October 4, 1994
Subject: Jail detention of mentally ill
Written by: Gerard Gerhard
Requested by: Hon. Clay M. Bishop, Jr.
Syllabus: Legislation enacted during the 1994 regular session of the Kentucky General Assembly does not empower a jailer to refuse to accept custody of a prisoner charged with a crime on the ground the jailer knows the charge is a ruse to hold the prisoner pending obtaining of a mental petition.
OAGs cited: OAG 92-84
Statutes construed: KRS 71.040; 202A.251
OPINION OF THE ATTORNEY GENERAL
The following question has been presented:
Can the Clay County Jailer refuse to accept a person into his jail who has been charged with a crime such as disorderly conduct while the jailer has personal knowledge that the charge was brought against this person only as a means of incarcerating him until the proper mental petition has been filed?
In our view a jailer may not refuse to accept a prisoner who has been charged with a crime on the ground that the jailer knows the charge is a ruse to hold the prisoner while a mental petition is pursued. Discussion follows.
Legislation passed during the 1994 regular session of the Kentucky General Assembly (HB 207, Acts, 1994 Reg. Sess., ch. 498, sec. 9) created a new section of KRS chapter 202A, codified as KRS 202A.251, which provides:
No person held under the provisions of this chapter shall be detained in jail unless criminal charges are also pending. No peace officer or any other person shall place criminal charges against a person who is mentally ill and in need of hospitalization pursuant to this chapter solely or primarily for the purpose of avoiding transproting the person to a hospital or psychiatric facility.
The facts presented in your question indicate that a person has been charged with a crime. It follows that the condition precedent to detaining in jail, a prisoner who would fall within the purview of the new legislation, is met. A criminal charge is pending. In such circumstance, the newly enacted legislation does not operate to ban detention in jail.
While a part of the new legislation directs that peace officers shall not place criminal charges against one who is mentally ill and in need of hospitalization, solely to avoid transporting a person to a hospital or psychiatric facility, there is nothing in the new legislation that provides for a jailer to make a determination that the charge against one offered for booking is a ruse, and to refuse acceptance of a prisoner on such basis.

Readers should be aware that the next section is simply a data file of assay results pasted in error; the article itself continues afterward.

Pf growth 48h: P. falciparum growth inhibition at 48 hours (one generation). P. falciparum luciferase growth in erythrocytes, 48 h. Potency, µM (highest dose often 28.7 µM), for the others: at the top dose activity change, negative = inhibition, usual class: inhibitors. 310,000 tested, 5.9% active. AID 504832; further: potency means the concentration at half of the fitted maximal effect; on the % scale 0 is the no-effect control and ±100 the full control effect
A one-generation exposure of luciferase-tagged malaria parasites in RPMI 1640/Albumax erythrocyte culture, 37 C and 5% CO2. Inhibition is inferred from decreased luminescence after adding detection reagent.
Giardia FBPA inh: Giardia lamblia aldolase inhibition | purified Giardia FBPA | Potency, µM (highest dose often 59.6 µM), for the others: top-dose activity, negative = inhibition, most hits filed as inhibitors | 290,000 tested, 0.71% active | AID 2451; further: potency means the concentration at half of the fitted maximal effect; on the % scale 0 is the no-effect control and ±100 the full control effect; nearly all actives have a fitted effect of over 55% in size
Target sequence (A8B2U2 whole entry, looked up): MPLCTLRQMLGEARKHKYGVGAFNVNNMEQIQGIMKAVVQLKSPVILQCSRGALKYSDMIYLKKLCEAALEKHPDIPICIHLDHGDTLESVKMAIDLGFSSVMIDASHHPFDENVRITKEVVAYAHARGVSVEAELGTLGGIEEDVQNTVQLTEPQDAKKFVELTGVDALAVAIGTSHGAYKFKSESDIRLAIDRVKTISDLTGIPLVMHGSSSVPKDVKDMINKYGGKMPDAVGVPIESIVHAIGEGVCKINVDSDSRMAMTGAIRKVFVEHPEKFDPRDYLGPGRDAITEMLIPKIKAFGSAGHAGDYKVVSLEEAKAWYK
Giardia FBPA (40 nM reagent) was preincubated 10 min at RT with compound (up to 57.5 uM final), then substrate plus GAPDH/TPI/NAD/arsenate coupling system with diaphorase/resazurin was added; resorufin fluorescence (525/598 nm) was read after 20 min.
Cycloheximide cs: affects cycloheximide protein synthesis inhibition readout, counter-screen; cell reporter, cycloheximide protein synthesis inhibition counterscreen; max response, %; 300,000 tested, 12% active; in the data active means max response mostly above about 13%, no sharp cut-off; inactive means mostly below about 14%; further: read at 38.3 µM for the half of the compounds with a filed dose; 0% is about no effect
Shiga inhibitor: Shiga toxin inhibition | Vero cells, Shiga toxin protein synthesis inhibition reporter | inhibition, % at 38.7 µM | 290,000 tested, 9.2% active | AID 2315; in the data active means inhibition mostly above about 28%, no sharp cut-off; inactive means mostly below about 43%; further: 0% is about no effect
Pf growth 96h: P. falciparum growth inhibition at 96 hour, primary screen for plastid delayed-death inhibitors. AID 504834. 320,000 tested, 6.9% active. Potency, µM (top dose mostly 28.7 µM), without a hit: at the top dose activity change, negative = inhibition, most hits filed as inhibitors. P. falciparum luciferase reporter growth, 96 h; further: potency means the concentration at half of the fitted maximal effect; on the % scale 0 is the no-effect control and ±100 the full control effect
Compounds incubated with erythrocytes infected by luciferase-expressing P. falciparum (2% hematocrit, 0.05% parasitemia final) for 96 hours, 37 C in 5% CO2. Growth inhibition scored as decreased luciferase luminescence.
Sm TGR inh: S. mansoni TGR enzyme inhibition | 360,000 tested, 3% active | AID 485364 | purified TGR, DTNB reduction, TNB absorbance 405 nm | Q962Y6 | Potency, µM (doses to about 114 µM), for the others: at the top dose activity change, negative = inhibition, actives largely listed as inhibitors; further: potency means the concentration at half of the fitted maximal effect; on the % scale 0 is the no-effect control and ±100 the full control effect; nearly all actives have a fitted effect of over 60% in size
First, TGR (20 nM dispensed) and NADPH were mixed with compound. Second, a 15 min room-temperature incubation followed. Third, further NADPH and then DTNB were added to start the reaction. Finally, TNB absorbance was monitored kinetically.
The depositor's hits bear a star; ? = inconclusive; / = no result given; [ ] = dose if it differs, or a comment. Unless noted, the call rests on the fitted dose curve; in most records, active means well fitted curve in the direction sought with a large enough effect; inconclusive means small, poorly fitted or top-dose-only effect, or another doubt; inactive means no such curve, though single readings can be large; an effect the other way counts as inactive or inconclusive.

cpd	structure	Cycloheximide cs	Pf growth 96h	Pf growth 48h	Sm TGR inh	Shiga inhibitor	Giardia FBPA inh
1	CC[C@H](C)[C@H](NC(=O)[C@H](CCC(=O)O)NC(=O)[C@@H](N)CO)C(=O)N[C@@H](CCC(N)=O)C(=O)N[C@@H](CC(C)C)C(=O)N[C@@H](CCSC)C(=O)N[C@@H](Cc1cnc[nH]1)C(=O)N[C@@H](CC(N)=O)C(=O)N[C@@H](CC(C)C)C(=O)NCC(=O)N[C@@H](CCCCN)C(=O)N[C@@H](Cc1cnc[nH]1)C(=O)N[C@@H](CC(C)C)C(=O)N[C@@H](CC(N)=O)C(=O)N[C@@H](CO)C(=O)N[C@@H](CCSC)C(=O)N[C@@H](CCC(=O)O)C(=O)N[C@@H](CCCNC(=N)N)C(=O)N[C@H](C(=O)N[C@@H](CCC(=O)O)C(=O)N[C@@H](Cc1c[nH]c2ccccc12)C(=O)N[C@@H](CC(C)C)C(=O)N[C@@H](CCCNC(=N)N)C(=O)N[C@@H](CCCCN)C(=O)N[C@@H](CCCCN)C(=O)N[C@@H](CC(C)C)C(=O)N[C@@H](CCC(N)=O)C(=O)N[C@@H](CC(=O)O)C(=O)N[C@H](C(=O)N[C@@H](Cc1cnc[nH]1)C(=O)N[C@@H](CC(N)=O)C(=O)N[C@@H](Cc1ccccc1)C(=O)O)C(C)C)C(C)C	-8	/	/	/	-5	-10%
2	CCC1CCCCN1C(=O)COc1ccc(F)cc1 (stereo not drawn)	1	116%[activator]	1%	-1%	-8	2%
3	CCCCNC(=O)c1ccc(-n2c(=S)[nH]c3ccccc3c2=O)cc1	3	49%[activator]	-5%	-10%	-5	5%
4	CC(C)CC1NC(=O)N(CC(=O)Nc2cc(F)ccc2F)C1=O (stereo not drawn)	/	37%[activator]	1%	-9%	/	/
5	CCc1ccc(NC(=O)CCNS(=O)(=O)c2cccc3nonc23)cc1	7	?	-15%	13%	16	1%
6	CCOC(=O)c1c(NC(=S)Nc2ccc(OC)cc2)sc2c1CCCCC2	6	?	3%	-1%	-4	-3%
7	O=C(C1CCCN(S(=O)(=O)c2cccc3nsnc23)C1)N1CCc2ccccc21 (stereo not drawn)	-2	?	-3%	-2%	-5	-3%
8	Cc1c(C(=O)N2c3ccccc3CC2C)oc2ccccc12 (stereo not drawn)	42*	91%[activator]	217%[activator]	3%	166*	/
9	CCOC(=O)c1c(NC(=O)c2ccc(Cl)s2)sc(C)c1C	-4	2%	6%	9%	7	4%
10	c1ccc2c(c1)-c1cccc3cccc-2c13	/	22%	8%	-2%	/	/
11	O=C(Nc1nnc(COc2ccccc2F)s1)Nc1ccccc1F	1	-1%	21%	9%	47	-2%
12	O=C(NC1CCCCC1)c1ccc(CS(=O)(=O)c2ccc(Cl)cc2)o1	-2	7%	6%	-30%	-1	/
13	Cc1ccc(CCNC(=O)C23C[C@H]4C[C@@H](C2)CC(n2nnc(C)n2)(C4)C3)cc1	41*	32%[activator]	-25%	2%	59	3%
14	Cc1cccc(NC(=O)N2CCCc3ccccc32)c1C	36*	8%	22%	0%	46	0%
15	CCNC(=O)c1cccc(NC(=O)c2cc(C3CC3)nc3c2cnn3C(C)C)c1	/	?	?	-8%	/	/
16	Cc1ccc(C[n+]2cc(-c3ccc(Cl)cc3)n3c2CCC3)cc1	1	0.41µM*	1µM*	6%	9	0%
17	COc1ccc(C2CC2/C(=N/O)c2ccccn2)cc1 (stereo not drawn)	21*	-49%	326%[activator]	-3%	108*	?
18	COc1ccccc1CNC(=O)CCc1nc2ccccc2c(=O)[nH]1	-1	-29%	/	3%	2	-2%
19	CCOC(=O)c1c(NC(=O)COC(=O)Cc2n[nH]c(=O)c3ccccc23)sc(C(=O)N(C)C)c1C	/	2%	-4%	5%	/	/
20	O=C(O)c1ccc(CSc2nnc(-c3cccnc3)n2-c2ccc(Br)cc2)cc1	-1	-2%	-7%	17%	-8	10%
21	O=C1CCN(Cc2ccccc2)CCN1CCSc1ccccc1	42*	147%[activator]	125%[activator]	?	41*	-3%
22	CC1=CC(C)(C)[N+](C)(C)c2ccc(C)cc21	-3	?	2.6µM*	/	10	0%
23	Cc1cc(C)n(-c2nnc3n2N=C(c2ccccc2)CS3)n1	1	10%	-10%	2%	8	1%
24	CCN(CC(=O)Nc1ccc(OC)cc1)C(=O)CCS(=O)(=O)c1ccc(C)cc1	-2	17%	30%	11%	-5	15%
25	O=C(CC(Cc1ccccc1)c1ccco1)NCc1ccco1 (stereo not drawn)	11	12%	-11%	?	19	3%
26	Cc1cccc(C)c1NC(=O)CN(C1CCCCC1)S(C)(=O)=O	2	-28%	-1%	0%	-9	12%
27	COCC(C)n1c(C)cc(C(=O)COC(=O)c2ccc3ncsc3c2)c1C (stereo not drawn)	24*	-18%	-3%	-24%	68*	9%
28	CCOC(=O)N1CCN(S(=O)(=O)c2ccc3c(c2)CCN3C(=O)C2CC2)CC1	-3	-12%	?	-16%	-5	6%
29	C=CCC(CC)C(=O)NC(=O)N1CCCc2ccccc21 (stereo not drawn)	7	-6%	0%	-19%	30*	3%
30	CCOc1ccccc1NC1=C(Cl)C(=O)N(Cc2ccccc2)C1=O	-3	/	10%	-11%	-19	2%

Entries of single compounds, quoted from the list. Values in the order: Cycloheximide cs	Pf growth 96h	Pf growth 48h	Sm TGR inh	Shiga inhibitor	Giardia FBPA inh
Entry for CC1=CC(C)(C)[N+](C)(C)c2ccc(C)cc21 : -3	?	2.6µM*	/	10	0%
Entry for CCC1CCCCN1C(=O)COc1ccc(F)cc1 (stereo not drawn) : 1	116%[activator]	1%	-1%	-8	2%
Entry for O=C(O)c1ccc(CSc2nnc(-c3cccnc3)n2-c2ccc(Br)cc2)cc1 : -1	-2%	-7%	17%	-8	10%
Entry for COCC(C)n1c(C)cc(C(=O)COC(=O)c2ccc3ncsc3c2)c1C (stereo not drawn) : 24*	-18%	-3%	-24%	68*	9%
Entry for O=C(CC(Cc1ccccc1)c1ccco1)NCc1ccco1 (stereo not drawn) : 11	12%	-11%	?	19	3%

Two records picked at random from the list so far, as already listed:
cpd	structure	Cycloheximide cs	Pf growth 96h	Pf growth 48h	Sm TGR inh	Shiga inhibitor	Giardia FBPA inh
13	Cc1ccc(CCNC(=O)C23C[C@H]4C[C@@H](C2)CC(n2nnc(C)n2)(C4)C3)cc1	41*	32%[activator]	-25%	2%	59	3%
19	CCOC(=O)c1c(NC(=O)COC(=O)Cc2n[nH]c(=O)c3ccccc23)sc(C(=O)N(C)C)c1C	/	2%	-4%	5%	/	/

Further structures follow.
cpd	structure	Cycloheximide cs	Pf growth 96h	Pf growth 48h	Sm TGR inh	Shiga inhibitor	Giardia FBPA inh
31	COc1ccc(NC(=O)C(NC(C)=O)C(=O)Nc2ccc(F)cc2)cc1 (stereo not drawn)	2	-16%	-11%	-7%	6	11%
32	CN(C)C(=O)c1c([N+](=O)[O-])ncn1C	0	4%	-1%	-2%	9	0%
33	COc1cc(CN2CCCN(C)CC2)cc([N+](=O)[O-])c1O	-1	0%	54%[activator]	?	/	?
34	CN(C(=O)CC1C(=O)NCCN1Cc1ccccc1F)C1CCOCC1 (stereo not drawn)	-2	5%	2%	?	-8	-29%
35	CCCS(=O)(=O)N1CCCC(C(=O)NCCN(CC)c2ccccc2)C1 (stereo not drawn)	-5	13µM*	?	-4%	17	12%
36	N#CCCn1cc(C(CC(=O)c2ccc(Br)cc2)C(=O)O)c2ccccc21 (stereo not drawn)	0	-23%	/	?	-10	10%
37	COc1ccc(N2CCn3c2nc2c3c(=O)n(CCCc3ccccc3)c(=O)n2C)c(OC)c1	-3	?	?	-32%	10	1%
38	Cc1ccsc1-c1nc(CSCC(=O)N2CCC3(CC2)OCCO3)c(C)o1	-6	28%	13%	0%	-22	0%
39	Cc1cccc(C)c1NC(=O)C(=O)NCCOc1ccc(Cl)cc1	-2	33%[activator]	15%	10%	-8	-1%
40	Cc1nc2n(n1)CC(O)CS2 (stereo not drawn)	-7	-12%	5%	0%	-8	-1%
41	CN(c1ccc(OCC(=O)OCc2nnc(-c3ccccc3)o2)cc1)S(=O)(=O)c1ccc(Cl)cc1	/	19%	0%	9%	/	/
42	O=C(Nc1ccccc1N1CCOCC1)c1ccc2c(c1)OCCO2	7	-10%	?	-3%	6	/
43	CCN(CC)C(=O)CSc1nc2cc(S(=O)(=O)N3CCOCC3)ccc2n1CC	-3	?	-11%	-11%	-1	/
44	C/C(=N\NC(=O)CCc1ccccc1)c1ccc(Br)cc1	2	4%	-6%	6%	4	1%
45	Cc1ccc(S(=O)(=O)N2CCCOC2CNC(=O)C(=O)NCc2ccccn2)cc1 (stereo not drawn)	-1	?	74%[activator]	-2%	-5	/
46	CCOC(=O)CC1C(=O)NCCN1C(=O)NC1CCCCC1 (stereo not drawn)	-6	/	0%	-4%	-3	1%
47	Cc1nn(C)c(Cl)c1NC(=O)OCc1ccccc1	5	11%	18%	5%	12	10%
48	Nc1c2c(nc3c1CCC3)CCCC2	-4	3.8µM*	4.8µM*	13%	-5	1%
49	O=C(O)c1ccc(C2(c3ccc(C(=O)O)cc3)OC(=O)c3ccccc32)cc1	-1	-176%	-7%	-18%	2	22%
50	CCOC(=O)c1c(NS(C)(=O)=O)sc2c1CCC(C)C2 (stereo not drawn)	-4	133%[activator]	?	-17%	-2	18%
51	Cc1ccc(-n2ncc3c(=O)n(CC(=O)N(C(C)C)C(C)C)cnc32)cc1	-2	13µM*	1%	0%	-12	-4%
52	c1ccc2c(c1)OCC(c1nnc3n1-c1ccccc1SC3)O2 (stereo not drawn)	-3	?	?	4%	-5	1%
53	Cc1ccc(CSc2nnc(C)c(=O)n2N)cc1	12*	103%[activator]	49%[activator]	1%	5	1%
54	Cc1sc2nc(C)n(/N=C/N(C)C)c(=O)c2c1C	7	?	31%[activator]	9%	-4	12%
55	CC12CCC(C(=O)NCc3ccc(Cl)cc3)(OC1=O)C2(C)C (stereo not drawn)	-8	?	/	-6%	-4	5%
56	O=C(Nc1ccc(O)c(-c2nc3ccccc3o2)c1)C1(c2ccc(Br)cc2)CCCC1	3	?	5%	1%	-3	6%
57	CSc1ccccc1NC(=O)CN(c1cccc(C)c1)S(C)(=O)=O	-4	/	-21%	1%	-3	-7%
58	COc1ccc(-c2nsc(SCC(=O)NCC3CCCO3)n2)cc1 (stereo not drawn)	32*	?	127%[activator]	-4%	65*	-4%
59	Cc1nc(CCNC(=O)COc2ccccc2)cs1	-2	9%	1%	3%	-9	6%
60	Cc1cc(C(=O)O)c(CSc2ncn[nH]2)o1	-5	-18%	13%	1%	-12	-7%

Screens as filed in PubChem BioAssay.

BASIC RESPONSIBILITY OF JAILER: KRS 71.040
In addition to the observation above, we note that no change was made in KRS 71.040, which establishes what might be termed the basic responsibility of a jailer in relation to acceptance of a prisoner. That statute provides, in part pertinent here:
At the time of booking, the jailer shall receive and keep in the jail all persons who are lawfully committed thereto until they are lawfully discharged, unless the person is in need of emergency medical attention, in which case the arresting officer shall obtain medical attention for the person prior to delivery to the jail.
It will be noticed that KRS 71.040, while empowering a jailer to refuse to accept a prisoner who is in need of emergency medical attention (see OAG 92-84), does not authorize a jailer to refuse to accept custody of a prisoner on the ground the jailer knows that a charge against a person is a ruse to avoid transporting a prisoner to a hospital or psychiatric facility pending the processing of a mental petition.
Aside from KRS 71.040, in our view, the new language added to KRS chapter 202A (see above) cannot be read as separately providing that a jailer may refuse to accept custody of a prisoner on the ground that the jailer knows that the charge against a person is a ruse to avoid transporting a prisoner to a hospital or psychiatric facility pending processing of a mental petition.
Gerard R. Gerhard
Assistant Attorney General